''' A little bit vectorized FuncDesigner stochastic optimization example with 15 unknowns (defined via oovars(n), not oovar(size=n), thus no any vectorization speedup) oovar(size=n) doesn't work with stochastic problems yet except of some cases where they doesn't interfere in objective or constraints (sticking oovar(size=n) with std, mean, var of a stochastic var/func is ok) ''' from FuncDesigner import * from openopt import NLP A = distribution.normal(4, 0.5) # gauss distribution with mean = 4, std = 0.5 B = distribution.exponential(3, 0.7) # location = 3, scale = 0.7 C = distribution.uniform(-1.5, 1.5) # uniform distribution from -1.5 to 1.5 a = oovars(10) # 10 variables b = oovars(4) # 4 variables c = oovar() # 1 variable x = oovars(10, lb=5, ub=15) # 10 unknowns y = oovars(4, lb=10, ub=20) # 4 unknowns z = oovar() # 1 unknown f = sum(x*a)**2 + sum(y*b) + c**4 + sum(x-1)**2 + sum(y)**2 + sum(y**2) + (z-5)**2 objective = 0.15 * mean(f+2*x) + sum(y) + sum(x) + z**2* std(c) constraints = [ P(sum(a)**2 + sum(b**2) + sum(x) > 50*(z + sum(y))) < 0.5, # by default constraint tolerance is 10^-6 mean(c + a[0] + b[1]+z) >= 15 ] startPoint = { x: [0]*10, # same to numpy.zeros(10); start point will have x[0]=0, x[1]=0, ..., x[9]=0 y: [0]*4, z: 0, a: [A]*10, b: [B]*4, c: C} p = NLP(objective, startPoint, constraints = constraints) solver = 'scipy_cobyla' r = p.minimize(solver, iprint = 5, maxDistributionSize=100) ''' output for Intel Atom 1.6 GHz (may differ due to random numbers involved in solver "de") ------------------------- OpenOpt 0.39 ------------------------- solver: scipy_cobyla problem: unnamed type: NLP goal: minimum iter objFunVal log10(maxResidual) 0 1.890e+01 1.00 5 6.791e+03 -1.65 10 6.790e+03 -4.46 15 6.790e+03 -6.07 17 6.790e+03 -14.75 istop: 1000 Solver: Time Elapsed = 45.84 CPU Time Elapsed = 45.6 objFunValue: 6789.6809 (feasible, MaxResidual = 1.77636e-15) '''
Recommended solvers
- Since v 0.421 you can use gradient-based solvers, such as ALGENCAN, IPOPT, ralg, gsubg etc. Usually they work faster than derivative-free or global (GLP) solvers, e.g. on this example ALGENCAN time elapsed is less than 1 second while scipy_cobyla spend ~20 sec. However pay attention that having function P() in your problem already may bring nonconvexity or other issues to the solver optimization trajectory, thus sometimes you'll have to use derivative-free (scipy_cobyla, BOBYQA) or GLP solvers (e.g. de) instead.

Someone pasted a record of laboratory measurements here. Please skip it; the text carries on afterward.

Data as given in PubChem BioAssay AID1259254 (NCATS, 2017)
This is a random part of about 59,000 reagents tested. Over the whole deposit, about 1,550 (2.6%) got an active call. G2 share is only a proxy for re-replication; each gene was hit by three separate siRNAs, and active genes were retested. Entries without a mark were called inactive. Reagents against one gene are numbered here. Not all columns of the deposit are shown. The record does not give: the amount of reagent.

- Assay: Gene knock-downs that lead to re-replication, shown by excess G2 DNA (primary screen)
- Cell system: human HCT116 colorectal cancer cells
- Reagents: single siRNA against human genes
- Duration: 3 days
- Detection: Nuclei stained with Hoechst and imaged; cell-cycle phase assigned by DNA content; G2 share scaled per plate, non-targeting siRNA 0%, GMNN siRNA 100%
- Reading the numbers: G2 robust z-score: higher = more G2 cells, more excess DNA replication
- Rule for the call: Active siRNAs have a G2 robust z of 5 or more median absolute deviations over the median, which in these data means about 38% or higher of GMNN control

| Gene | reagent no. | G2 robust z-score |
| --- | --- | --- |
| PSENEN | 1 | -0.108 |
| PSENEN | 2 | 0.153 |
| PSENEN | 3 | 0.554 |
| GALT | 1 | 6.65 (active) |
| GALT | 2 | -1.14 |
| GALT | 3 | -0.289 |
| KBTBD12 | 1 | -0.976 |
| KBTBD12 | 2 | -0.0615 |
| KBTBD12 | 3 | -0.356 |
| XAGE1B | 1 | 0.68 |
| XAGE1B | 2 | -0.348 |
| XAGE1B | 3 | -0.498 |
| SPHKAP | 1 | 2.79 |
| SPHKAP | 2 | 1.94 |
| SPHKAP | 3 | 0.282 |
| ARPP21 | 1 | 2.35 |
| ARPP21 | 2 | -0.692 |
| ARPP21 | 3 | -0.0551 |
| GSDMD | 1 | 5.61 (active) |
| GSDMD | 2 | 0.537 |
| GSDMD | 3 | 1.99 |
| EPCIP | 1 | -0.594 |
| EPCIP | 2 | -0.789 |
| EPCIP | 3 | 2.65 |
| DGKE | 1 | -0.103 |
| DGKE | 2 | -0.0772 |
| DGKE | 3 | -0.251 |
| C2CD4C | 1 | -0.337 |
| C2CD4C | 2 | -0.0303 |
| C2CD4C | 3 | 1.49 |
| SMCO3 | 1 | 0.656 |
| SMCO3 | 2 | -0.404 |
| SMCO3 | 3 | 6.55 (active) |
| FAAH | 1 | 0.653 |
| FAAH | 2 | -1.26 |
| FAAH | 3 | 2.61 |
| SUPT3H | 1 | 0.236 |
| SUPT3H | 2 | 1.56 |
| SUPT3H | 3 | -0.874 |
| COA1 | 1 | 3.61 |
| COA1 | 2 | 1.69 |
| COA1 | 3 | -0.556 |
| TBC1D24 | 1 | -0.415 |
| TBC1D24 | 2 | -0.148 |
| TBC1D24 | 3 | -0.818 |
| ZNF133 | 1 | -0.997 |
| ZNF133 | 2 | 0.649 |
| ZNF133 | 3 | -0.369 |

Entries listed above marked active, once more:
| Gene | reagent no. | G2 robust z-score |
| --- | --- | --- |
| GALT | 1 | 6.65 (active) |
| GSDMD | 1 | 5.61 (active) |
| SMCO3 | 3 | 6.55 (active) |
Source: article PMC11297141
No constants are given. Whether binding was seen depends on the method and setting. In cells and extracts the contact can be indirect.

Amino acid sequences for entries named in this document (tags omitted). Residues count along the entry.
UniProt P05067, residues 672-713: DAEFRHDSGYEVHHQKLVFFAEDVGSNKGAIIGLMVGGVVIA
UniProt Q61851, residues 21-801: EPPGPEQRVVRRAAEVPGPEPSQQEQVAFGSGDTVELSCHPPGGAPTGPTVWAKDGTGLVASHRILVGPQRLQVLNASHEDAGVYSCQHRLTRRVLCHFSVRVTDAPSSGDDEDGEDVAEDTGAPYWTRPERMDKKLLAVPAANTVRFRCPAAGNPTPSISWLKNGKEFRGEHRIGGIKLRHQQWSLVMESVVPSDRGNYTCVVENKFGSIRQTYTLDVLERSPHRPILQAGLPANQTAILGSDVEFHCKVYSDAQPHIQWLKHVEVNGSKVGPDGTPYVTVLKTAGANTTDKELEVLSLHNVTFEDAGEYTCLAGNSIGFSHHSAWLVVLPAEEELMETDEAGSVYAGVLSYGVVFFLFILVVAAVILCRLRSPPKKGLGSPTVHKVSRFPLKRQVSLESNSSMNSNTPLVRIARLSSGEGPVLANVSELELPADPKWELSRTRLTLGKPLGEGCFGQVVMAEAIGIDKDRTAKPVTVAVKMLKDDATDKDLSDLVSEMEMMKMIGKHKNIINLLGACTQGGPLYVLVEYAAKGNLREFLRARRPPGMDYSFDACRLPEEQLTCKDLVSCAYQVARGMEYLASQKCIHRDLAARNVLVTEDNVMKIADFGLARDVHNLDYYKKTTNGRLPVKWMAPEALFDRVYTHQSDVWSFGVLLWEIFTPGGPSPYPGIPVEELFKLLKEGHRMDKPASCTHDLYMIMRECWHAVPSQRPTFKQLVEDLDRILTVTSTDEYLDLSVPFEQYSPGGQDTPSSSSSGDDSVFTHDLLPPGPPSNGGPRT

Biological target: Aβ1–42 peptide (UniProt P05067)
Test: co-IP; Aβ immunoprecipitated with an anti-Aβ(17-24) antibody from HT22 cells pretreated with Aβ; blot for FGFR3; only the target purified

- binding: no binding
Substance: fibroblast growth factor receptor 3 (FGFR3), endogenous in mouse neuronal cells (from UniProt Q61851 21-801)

- goldenSection - for 1-dimensional box-bound constrained problems, local optimization
- bobyqa (requires nlopt installed) - for box-bound constrained problems, local optimization
- scipy_cobyla (requires SciPy installed) - for general constrained problems, local optimization
- pswarm (GLP solver) - for box-bound and linear inequality constrained problems, global optimization
- de ("differential evolution", GLP solver) - for general constrained problems, global optimization
Future Plans
See also: our general FuturePlans
- Implement a fast convolution and provide its possibility as optional parameter
- Add linear stochastic programming (currently we have only nonlinear)
- Add some more constructors for most common distributions (mostly will be done in order of users requests)
- Make it running with PyPy
- Some possible speedup for some parts of code
- Probably some parallel computations could be implemented
- Along with cdf provide graphics output and other methods for some other funcs (pdf, sf, logpdf, logcdf, etc)
- Provide moments of 3, 4 and higher orders
Changelog
- v. 0.53:
- minor changes
- v. 0.5108:
- adjust with FuncDesigner kernel changes in v. 0.5108
- v. 0.452:
- bugfixe for TypeError: log_interval() takes exactly 3 arguments (2 given)
- v. 0.451:
- some bugfixes for OOSuite kernel 0.45
- v. 0.45:
- Minor changes + OOSuite kernel update to 0.45
- v. 0.43:
- v. 0.421:
- v. 0.42:
- function P() can handle argument interpolate (True/False/'auto'), this one is required for mixed discrete-continuous distributions (warning will be printed if it was omitted in the case)
- minor changes
- v. 0.393:
- essential speedup, especially for GLP solver de
- v. 0.392:
- add essential speedup (for some problems - several times) for GLP (global) solvers de and pswarm due to improved vectorization of computations
- some minor changes